Wed Sep 4 09:41:38 CDT 2002

At 05:03 PM 9/3/02 -0700, Doug Yanega wrote:
>Steven Manning wrote:
>>Also, it seems likely that in some cases, when it is a race against time or
>>competing interests to save an endangered but poorly collected species or
>>ecosystem, the models can be used to predict and thus designate areas most
>>urgently needing protection at least temporarily until field work confirms
>>or refutes the predictions of the models, based on whatever climatic or
>>ecological data are available.  The models could also be used to prioritize
>>locations for fieldwork to be undertaken.
>That's actually the situation with this modeler I mentioned; the
>target species is endangered, and they are proposing to exclude
>certain areas from fieldwork (i.e., surveys) because the model
>predicts they won't be found there - even though some of the
>model-excluded areas contain known, confirmed sightings. The story
>I've heard is that the tolerances on the model "had to be narrowed"
>because if it was designed to include the habitat parameters of ALL
>known observations, the final predicted area would be essentially
>every piece of undeveloped land in the entire region, and that was
>considered unacceptable and unrealistic. No one seems to be objecting
>to this approach, to my knowledge, even though common sense would
>seem to dictate that one simply can't trust a model for this
>particular species, and that only survey work can tell us where it is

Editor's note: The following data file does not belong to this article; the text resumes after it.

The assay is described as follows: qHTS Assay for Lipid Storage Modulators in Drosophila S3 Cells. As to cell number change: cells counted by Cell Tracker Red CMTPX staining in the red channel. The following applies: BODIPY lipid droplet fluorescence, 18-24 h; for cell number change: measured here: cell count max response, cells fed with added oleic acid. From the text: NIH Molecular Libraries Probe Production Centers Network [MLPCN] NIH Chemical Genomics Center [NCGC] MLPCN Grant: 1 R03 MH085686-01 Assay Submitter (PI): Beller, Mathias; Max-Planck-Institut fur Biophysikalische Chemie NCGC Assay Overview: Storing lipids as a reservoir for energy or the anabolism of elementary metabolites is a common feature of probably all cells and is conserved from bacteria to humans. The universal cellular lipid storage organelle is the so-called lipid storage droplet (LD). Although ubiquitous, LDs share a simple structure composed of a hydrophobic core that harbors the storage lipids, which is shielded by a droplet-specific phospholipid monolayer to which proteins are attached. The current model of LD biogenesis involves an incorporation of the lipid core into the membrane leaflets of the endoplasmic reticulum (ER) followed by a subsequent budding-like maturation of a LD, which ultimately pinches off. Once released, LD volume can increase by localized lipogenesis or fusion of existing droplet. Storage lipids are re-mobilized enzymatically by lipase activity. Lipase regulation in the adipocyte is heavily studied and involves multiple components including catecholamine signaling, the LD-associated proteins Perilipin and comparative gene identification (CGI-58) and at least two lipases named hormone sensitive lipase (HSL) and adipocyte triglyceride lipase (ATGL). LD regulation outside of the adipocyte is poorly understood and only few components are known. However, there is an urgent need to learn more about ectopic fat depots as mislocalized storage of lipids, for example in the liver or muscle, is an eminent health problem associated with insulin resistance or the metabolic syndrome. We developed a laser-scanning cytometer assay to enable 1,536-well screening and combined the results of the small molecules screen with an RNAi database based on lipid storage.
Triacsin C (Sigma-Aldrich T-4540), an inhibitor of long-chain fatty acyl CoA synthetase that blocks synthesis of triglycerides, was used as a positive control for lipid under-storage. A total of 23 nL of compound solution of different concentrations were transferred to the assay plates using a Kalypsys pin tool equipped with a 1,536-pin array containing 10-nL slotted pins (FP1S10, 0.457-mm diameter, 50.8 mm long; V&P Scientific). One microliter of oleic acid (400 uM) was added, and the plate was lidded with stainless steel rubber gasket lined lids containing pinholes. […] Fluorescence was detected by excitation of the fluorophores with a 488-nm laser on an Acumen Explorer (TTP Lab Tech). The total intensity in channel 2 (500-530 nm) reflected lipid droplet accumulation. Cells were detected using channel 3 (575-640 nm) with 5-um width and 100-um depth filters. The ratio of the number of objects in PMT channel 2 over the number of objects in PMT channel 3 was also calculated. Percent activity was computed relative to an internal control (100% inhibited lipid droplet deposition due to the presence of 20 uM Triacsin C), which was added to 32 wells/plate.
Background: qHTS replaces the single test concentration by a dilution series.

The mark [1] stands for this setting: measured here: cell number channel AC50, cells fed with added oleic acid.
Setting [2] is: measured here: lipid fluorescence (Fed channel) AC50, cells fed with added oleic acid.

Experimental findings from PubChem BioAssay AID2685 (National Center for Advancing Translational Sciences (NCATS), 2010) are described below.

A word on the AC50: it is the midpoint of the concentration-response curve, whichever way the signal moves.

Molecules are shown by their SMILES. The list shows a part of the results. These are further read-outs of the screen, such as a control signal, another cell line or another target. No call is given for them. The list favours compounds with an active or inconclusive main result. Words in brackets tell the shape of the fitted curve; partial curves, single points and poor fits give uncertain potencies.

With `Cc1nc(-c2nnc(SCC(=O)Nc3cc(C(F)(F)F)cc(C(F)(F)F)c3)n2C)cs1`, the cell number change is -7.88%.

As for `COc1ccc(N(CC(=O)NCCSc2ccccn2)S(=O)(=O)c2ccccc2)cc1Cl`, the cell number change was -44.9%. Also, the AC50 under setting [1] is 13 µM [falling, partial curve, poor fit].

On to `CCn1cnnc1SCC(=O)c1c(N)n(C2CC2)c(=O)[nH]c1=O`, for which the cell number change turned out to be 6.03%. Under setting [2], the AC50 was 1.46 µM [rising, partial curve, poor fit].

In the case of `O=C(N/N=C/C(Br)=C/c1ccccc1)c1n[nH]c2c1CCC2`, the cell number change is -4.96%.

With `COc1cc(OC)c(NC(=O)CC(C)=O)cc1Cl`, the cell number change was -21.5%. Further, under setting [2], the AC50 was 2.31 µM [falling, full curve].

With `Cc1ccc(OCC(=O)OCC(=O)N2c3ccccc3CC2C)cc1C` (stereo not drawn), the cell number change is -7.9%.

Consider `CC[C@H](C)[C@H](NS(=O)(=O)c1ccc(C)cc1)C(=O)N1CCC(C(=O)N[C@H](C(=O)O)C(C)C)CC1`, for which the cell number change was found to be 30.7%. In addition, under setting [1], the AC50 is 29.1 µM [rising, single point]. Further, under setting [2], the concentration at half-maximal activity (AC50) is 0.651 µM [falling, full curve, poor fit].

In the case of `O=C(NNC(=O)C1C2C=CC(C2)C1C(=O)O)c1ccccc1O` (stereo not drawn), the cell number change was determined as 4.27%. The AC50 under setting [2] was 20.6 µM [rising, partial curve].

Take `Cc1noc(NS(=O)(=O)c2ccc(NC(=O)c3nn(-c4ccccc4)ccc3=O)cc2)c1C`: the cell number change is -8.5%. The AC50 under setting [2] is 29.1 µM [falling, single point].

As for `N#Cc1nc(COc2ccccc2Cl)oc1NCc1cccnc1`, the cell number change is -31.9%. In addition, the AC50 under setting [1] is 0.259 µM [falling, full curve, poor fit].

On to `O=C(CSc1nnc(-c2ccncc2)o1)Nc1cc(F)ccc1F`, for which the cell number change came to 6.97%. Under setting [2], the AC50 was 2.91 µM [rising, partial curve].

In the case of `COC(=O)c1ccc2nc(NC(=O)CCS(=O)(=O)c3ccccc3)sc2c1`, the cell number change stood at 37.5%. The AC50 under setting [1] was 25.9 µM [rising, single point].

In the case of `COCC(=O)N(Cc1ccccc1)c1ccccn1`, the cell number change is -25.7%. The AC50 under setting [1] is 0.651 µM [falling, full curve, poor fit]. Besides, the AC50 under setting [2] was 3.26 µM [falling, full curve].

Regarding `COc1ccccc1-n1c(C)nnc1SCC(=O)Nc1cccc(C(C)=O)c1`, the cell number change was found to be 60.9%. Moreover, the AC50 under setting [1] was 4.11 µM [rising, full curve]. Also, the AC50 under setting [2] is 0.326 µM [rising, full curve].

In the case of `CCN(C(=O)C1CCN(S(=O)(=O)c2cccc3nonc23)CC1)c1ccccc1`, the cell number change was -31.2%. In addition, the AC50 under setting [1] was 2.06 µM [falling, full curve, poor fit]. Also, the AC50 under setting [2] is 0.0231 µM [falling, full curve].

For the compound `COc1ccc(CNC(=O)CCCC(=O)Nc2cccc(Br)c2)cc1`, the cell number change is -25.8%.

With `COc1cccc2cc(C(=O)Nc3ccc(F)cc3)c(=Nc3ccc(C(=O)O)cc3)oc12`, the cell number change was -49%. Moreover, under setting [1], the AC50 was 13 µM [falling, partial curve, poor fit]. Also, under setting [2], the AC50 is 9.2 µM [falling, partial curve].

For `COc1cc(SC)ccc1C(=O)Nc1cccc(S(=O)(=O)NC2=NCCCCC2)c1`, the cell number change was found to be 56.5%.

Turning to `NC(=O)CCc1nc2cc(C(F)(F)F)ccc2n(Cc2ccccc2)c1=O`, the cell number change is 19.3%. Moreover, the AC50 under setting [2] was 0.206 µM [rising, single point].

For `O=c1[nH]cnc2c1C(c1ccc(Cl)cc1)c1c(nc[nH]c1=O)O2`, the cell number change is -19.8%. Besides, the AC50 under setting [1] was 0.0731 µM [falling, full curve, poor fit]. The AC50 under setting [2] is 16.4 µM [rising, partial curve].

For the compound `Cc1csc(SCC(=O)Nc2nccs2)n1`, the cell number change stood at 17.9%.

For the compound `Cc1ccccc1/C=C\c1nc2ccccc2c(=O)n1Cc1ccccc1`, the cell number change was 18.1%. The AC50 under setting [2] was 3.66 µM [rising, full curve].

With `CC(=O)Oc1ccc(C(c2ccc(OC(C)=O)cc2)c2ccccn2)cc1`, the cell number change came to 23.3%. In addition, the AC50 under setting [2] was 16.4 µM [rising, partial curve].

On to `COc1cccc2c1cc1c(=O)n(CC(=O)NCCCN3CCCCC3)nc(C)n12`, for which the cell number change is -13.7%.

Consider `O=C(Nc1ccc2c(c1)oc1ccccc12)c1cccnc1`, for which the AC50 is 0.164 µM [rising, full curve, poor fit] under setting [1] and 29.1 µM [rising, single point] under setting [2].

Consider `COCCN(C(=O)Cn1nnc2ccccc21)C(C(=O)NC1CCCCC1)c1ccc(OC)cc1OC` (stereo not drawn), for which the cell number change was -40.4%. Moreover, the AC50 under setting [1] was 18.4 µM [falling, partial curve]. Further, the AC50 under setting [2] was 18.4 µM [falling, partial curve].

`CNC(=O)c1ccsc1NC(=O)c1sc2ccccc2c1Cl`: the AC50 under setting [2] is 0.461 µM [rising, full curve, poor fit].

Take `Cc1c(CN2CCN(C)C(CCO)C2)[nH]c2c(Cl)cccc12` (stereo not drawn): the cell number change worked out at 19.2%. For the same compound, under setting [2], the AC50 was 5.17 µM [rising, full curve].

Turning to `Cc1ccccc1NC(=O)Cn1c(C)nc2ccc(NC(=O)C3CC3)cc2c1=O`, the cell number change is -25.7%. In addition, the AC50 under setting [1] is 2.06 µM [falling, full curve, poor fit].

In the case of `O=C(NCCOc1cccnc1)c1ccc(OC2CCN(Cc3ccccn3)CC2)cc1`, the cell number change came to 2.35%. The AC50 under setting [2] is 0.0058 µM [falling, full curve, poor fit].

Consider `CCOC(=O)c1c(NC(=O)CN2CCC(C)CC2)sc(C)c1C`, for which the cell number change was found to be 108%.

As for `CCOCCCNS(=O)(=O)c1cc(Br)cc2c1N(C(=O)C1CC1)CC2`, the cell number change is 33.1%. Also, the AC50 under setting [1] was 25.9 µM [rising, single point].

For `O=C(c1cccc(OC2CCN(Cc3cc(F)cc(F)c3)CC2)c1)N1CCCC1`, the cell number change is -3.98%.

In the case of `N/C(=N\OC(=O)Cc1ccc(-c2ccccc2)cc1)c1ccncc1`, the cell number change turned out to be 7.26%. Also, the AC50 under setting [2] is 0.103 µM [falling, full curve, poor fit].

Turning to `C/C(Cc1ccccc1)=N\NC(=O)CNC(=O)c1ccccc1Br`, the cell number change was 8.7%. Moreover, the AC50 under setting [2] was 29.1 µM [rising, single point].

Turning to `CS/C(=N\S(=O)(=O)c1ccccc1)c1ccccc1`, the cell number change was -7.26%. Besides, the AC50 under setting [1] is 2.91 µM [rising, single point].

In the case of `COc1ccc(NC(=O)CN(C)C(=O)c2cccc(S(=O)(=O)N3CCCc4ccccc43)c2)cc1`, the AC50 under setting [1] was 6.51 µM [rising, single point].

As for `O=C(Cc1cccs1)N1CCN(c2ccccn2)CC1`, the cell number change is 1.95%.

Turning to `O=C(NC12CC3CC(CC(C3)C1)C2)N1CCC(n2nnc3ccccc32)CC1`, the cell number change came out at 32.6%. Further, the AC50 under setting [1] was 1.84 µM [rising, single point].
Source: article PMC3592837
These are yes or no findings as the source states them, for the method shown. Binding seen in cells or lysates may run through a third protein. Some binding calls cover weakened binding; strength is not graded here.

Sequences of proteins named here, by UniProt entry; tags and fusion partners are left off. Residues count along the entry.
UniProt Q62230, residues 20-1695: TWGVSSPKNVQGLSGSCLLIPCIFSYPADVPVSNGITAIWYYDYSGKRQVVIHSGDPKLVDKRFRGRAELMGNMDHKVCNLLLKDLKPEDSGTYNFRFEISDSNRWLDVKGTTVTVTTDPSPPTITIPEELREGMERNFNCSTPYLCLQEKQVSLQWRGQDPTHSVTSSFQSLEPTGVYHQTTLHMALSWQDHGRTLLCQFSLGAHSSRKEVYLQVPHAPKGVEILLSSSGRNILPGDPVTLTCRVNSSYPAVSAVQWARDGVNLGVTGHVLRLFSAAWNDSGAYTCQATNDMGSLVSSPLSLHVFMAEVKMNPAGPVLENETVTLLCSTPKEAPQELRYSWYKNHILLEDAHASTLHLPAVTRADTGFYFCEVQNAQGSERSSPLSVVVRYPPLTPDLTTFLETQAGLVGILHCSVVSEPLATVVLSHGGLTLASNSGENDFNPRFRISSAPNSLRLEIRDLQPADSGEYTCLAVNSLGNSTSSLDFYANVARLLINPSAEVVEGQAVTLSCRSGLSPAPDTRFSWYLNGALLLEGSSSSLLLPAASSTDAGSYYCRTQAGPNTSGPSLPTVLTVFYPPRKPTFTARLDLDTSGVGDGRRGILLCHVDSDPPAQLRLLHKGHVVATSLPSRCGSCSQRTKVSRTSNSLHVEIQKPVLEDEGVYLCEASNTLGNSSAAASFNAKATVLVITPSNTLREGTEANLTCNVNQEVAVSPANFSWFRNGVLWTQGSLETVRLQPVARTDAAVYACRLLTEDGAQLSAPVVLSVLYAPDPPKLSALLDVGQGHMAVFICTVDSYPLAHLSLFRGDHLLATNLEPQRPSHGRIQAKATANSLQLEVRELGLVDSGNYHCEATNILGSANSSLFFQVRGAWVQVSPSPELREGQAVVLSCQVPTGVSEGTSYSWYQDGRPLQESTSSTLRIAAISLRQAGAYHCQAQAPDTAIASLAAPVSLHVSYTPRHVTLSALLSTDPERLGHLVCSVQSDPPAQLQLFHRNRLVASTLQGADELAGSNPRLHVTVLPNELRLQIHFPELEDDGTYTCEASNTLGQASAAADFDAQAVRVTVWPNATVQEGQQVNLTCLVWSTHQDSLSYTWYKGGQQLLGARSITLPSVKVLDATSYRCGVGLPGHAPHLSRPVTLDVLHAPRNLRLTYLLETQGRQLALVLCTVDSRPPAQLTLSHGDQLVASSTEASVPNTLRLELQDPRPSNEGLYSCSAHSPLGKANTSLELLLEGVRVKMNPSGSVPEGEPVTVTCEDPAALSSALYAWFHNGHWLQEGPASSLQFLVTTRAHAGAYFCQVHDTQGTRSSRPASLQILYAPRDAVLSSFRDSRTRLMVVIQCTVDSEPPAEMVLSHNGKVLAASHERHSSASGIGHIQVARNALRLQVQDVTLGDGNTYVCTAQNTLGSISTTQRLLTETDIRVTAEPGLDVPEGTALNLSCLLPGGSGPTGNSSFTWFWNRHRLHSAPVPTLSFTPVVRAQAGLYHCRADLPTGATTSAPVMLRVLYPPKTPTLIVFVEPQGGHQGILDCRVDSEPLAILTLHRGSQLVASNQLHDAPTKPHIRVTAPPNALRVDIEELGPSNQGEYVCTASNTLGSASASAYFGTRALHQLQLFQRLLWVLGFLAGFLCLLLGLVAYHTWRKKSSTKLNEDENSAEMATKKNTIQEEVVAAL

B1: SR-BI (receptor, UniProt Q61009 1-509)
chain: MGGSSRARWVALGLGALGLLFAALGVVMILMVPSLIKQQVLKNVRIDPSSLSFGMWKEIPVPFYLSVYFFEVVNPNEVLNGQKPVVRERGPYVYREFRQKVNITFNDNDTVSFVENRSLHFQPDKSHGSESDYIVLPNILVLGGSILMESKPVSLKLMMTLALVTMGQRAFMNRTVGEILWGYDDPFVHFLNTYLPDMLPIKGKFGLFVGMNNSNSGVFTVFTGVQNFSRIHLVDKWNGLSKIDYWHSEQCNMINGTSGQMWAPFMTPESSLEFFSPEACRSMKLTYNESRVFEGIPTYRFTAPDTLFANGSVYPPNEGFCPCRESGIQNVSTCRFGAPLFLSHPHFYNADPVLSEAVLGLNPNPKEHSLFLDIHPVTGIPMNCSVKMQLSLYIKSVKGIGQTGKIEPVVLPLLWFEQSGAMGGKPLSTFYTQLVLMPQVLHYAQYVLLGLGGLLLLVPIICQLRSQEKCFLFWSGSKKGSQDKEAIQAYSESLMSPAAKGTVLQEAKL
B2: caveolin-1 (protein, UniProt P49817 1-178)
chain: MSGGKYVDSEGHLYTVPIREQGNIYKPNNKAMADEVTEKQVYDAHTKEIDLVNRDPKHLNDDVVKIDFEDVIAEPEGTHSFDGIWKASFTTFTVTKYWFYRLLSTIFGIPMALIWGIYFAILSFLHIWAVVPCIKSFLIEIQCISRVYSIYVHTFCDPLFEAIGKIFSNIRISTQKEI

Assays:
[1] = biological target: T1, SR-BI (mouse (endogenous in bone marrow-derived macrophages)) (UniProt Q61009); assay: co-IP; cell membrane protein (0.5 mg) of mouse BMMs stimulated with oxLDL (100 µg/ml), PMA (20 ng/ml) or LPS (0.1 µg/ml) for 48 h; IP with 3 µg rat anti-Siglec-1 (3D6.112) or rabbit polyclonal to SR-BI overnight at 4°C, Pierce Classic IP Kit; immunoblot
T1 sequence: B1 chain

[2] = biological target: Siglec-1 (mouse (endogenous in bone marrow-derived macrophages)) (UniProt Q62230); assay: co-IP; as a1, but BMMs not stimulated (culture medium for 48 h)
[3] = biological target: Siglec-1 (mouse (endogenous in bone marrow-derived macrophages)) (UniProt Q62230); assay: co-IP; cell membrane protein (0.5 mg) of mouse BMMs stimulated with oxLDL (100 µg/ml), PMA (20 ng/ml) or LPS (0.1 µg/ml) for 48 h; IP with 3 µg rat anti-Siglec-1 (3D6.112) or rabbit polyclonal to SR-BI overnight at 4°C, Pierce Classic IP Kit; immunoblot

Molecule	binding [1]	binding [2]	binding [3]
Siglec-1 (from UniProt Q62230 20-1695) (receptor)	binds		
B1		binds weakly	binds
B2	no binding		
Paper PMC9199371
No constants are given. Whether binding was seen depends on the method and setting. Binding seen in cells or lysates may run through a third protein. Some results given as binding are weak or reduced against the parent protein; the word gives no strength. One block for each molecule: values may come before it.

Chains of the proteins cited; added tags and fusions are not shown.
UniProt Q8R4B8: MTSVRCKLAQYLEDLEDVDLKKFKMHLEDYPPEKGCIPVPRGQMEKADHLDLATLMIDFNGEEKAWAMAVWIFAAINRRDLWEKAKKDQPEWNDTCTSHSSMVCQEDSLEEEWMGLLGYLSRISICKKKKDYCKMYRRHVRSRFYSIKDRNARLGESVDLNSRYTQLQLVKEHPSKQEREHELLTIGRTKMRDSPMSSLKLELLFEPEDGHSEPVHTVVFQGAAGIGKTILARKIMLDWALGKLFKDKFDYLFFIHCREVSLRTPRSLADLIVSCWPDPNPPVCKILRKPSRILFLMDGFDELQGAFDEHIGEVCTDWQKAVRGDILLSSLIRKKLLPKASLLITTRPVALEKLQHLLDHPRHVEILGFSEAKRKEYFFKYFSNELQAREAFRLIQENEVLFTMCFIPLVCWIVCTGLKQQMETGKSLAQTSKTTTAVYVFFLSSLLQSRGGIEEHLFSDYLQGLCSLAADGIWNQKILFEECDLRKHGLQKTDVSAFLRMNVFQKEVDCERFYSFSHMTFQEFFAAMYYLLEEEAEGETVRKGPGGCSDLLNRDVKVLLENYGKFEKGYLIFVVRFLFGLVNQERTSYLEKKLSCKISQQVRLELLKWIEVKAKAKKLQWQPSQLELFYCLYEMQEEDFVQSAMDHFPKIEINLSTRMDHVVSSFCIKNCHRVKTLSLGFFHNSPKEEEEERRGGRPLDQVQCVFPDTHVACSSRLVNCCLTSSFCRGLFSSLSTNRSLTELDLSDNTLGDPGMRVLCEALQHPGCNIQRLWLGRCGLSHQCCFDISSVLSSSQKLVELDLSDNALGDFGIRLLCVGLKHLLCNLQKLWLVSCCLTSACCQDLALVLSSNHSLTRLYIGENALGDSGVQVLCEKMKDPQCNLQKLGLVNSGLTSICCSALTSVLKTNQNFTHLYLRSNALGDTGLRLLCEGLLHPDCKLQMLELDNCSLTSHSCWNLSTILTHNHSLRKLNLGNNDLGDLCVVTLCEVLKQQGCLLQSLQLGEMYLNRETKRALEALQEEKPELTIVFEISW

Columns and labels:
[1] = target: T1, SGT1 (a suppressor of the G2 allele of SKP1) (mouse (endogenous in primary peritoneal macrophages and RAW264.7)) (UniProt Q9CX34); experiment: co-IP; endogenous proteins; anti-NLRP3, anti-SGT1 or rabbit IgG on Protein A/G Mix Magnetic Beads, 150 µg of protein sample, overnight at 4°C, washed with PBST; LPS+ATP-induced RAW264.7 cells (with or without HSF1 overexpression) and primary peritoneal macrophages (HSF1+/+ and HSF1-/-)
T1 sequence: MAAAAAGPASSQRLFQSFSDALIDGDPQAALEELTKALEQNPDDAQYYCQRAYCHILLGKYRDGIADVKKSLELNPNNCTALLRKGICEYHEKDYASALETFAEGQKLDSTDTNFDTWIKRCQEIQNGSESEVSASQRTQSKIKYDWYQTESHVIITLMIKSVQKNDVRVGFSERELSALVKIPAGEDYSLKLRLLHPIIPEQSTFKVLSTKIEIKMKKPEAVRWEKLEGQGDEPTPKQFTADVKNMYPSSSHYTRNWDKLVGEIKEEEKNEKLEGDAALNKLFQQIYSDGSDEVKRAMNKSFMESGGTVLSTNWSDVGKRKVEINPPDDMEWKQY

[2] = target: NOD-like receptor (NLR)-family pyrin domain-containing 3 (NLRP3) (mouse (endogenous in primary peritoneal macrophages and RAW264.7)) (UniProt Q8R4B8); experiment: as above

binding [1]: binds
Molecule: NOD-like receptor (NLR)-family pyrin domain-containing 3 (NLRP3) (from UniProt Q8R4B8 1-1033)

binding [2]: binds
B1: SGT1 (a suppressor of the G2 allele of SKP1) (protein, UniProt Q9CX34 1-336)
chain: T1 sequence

>or is not.
>Clearly, every organism has habitat preferences, but these
>preferences can be overridden in many cases. It seems to me that any
>model based solely on preferences is going to miss many marginal
>and/or suboptimal areas where a species could (or does) survive, and
>for endangered species, especially, that's a VERY risky approach to
>What does one do then?

How about including locality data of existing collections of the species as
part of the model?  The data entered into the model could then, if the
model is flexible enough, be modified each time a range extension is


>Doug Yanega        Dept. of Entomology         Entomology Research Museum
>Univ. of California - Riverside, Riverside, CA 92521
>phone: (909) 787-4315 (standard disclaimer: opinions are mine, not UCR's)
>   "There are some enterprises in which a careful disorderliness
>         is the true method" - Herman Melville, Moby Dick, Chap. 82

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